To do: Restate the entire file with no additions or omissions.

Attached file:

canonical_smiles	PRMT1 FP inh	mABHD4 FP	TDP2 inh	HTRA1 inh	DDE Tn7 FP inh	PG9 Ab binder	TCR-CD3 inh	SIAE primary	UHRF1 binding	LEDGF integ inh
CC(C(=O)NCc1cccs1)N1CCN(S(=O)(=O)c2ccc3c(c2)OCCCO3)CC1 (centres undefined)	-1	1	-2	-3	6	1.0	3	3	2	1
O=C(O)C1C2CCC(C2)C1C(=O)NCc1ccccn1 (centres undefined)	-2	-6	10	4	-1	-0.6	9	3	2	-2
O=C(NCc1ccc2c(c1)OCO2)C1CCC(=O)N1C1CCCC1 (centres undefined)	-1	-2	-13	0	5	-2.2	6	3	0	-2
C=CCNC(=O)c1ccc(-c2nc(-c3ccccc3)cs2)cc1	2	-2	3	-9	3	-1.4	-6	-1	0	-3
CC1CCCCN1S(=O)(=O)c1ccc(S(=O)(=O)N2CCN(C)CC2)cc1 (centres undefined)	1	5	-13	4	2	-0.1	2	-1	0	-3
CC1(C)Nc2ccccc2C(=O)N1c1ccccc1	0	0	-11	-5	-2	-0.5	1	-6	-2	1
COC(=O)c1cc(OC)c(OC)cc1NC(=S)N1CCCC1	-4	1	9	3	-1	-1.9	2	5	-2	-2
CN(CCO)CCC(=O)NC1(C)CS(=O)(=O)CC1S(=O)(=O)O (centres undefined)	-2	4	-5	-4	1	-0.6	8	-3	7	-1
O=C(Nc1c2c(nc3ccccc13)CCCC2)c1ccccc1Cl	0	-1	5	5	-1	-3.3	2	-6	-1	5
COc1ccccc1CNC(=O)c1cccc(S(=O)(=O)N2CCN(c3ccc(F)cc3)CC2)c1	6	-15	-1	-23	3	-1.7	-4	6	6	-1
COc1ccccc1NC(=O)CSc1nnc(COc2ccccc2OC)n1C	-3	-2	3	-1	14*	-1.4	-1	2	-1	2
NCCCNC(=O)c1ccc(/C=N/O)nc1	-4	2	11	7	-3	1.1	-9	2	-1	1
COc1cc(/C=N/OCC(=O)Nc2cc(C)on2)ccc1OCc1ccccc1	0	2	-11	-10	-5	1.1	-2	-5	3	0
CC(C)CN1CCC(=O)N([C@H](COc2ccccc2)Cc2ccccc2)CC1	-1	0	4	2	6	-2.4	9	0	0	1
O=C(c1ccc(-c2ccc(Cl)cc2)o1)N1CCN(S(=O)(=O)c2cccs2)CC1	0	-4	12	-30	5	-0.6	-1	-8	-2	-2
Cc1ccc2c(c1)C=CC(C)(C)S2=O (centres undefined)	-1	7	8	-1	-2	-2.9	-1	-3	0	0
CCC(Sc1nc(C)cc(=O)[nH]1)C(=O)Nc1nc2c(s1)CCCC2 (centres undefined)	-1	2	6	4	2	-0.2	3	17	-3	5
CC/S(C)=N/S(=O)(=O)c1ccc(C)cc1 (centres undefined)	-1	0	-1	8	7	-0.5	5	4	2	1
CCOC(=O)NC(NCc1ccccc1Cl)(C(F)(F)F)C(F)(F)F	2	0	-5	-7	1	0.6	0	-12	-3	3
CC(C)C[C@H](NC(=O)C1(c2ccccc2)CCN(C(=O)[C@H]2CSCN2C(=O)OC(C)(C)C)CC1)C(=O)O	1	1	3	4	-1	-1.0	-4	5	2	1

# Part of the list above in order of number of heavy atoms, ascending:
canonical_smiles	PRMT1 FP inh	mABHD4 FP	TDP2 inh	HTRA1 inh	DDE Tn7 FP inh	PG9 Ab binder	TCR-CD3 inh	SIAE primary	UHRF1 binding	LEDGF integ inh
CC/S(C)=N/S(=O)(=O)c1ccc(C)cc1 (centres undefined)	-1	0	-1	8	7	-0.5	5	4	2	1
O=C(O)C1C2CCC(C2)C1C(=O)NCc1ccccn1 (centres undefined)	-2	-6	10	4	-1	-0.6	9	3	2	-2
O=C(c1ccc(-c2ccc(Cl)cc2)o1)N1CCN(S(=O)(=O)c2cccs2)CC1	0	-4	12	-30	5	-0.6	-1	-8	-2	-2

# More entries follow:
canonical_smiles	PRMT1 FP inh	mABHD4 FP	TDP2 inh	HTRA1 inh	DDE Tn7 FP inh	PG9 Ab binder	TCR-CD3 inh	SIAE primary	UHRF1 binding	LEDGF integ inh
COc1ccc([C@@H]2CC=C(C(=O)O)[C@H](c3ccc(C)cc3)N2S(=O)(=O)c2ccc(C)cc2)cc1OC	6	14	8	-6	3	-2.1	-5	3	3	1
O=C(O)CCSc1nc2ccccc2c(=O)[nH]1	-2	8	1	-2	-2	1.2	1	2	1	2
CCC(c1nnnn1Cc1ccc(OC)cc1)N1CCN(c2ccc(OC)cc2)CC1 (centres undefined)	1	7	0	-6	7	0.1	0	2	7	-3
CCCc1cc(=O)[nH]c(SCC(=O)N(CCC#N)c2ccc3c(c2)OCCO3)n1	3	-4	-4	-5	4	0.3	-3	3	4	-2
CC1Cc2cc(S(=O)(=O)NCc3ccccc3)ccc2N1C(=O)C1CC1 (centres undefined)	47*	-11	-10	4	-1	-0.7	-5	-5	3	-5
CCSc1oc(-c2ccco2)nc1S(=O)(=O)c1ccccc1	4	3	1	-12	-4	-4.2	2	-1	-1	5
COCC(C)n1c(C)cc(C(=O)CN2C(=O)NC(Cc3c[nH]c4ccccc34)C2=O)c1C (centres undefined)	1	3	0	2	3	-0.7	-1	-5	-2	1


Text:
canonical_smiles	PRMT1 FP inh	mABHD4 FP	TDP2 inh	HTRA1 inh	DDE Tn7 FP inh	PG9 Ab binder	TCR-CD3 inh	SIAE primary	UHRF1 binding	LEDGF integ inh
CC(C(=O)NCc1cccs1)N1CCN(S(=O)(=O)c2ccc3c(c2)OCCCO3)CC1 (centres undefined)	-1	1	-2	-3	6	1.0	3	3	2	1
O=C(O)C1C2CCC(C2)C1C(=O)NCc1ccccn1 (centres undefined)	-2	-6	10	4	-1	-0.6	9	3	2	-2
O=C(NCc1ccc2c(c1)OCO2)C1CCC(=O)N1C1CCCC1 (centres undefined)	-1	-2	-13	0	5	-2.2	6	3	0	-2
C=CCNC(=O)c1ccc(-c2nc(-c3ccccc3)cs2)cc1	2	-2	3	-9	3	-1.4	-6	-1	0	-3
CC1CCCCN1S(=O)(=O)c1ccc(S(=O)(=O)N2CCN(C)CC2)cc1 (centres undefined)	1	5	-13	4	2	-0.1	2	-1	0	-3
CC1(C)Nc2ccccc2C(=O)N1c1ccccc1	0	0	-11	-5	-2	-0.5	1	-6	-2	1
COC(=O)c1cc(OC)c(OC)cc1NC(=S)N1CCCC1	-4	1	9	3	-1	-1.9	2	5	-2	-2
CN(CCO)CCC(=O)NC1(C)CS(=O)(=O)CC1S(=O)(=O)O (centres undefined)	-2	4	-5	-4	1	-0.6	8	-3	7	-1
O=C(Nc1c2c(nc3ccccc13)CCCC2)c1ccccc1Cl	0	-1	5	5	-1	-3.3	2	-6	-1	5
COc1ccccc1CNC(=O)c1cccc(S(=O)(=O)N2CCN(c3ccc(F)cc3)CC2)c1	6	-15	-1	-23	3	-1.7	-4	6	6	-1
COc1ccccc1NC(=O)CSc1nnc(COc2ccccc2OC)n1C	-3	-2	3	-1	14*	-1.4	-1	2	-1	2
NCCCNC(=O)c1ccc(/C=N/O)nc1	-4	2	11	7	-3	1.1	-9	2	-1	1
COc1cc(/C=N/OCC(=O)Nc2cc(C)on2)ccc1OCc1ccccc1	0	2	-11	-10	-5	1.1	-2	-5	3	0
CC(C)CN1CCC(=O)N([C@H](COc2ccccc2)Cc2ccccc2)CC1	-1	0	4	2	6	-2.4	9	0	0	1
O=C(c1ccc(-c2ccc(Cl)cc2)o1)N1CCN(S(=O)(=O)c2cccs2)CC1	0	-4	12	-30	5	-0.6	-1	-8	-2	-2
Cc1ccc2c(c1)C=CC(C)(C)S2=O (centres undefined)	-1	7	8	-1	-2	-2.9	-1	-3	0	0
CCC(Sc1nc(C)cc(=O)[nH]1)C(=O)Nc1nc2c(s1)CCCC2 (centres undefined)	-1	2	6	4	2	-0.2	3	17	-3	5
CC/S(C)=N/S(=O)(=O)c1ccc(C)cc1 (centres undefined)	-1	0	-1	8	7	-0.5	5	4	2	1
CCOC(=O)NC(NCc1ccccc1Cl)(C(F)(F)F)C(F)(F)F	2	0	-5	-7	1	0.6	0	-12	-3	3
CC(C)C[C@H](NC(=O)C1(c2ccccc2)CCN(C(=O)[C@H]2CSCN2C(=O)OC(C)(C)C)CC1)C(=O)O	1	1	3	4	-1	-1.0	-4	5	2	1

# Part of the list above in order of number of heavy atoms, ascending:
canonical_smiles	PRMT1 FP inh	mABHD4 FP	TDP2 inh	HTRA1 inh	DDE Tn7 FP inh	PG9 Ab binder	TCR-CD3 inh	SIAE primary	UHRF1 binding	LEDGF integ inh
CC/S(C)=N/S(=O)(=O)c1ccc(C)cc1 (centres undefined)	-1	0	-1	8	7	-0.5	5	4	2	1
O=C(O)C1C2CCC(C2)C1C(=O)NCc1ccccn1 (centres undefined)	-2	-6	10	4	-1	-0.6	9	3	2	-2
O=C(c1ccc(-c2ccc(Cl)cc2)o1)N1CCN(S(=O)(=O)c2cccs2)CC1	0	-4	12	-30	5	-0.6	-1	-8	-2	-2

# More entries follow:
canonical_smiles	PRMT1 FP inh	mABHD4 FP	TDP2 inh	HTRA1 inh	DDE Tn7 FP inh	PG9 Ab binder	TCR-CD3 inh	SIAE primary	UHRF1 binding	LEDGF integ inh
COc1ccc([C@@H]2CC=C(C(=O)O)[C@H](c3ccc(C)cc3)N2S(=O)(=O)c2ccc(C)cc2)cc1OC	6	14	8	-6	3	-2.1	-5	3	3	1
O=C(O)CCSc1nc2ccccc2c(=O)[nH]1	-2	8	1	-2	-2	1.2	1	2	1	2
CCC(c1nnnn1Cc1ccc(OC)cc1)N1CCN(c2ccc(OC)cc2)CC1 (centres undefined)	1	7	0	-6	7	0.1	0	2	7	-3
CCCc1cc(=O)[nH]c(SCC(=O)N(CCC#N)c2ccc3c(c2)OCCO3)n1	3	-4	-4	-5	4	0.3	-3	3	4	-2
CC1Cc2cc(S(=O)(=O)NCc3ccccc3)ccc2N1C(=O)C1CC1 (centres undefined)	47*	-11	-10	4	-1	-0.7	-5	-5	3	-5
CCSc1oc(-c2ccco2)nc1S(=O)(=O)c1ccccc1	4	3	1	-12	-4	-4.2	2	-1	-1	5
COCC(C)n1c(C)cc(C(=O)CN2C(=O)NC(Cc3c[nH]c4ccccc34)C2=O)c1C (centres undefined)	1	3	0	2	3	-0.7	-1	-5	-2	1